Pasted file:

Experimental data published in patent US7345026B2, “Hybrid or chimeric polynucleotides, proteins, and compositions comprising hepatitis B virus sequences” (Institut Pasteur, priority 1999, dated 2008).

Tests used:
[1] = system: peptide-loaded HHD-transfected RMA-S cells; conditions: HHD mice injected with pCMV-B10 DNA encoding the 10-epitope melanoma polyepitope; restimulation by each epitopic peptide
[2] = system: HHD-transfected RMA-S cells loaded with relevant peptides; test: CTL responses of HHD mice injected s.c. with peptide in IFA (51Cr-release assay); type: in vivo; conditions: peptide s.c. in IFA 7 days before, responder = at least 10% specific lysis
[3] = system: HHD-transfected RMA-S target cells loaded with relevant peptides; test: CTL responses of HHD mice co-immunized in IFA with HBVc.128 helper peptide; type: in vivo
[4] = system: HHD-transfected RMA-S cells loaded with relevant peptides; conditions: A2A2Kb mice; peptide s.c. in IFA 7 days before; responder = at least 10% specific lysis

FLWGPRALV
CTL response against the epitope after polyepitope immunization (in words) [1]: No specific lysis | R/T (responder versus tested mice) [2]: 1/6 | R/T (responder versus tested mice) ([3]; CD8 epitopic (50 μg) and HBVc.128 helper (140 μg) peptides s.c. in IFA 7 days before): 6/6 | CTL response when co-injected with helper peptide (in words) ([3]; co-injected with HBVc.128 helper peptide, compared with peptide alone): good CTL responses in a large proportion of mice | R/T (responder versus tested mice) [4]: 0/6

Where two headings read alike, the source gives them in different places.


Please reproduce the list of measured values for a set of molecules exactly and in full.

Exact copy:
Experimental data published in patent US7345026B2, “Hybrid or chimeric polynucleotides, proteins, and compositions comprising hepatitis B virus sequences” (Institut Pasteur, priority 1999, dated 2008).

Tests used:
[1] = system: peptide-loaded HHD-transfected RMA-S cells; conditions: HHD mice injected with pCMV-B10 DNA encoding the 10-epitope melanoma polyepitope; restimulation by each epitopic peptide
[2] = system: HHD-transfected RMA-S cells loaded with relevant peptides; test: CTL responses of HHD mice injected s.c. with peptide in IFA (51Cr-release assay); type: in vivo; conditions: peptide s.c. in IFA 7 days before, responder = at least 10% specific lysis
[3] = system: HHD-transfected RMA-S target cells loaded with relevant peptides; test: CTL responses of HHD mice co-immunized in IFA with HBVc.128 helper peptide; type: in vivo
[4] = system: HHD-transfected RMA-S cells loaded with relevant peptides; conditions: A2A2Kb mice; peptide s.c. in IFA 7 days before; responder = at least 10% specific lysis

FLWGPRALV
CTL response against the epitope after polyepitope immunization (in words) [1]: No specific lysis | R/T (responder versus tested mice) [2]: 1/6 | R/T (responder versus tested mice) ([3]; CD8 epitopic (50 μg) and HBVc.128 helper (140 μg) peptides s.c. in IFA 7 days before): 6/6 | CTL response when co-injected with helper peptide (in words) ([3]; co-injected with HBVc.128 helper peptide, compared with peptide alone): good CTL responses in a large proportion of mice | R/T (responder versus tested mice) [4]: 0/6

Where two headings read alike, the source gives them in different places.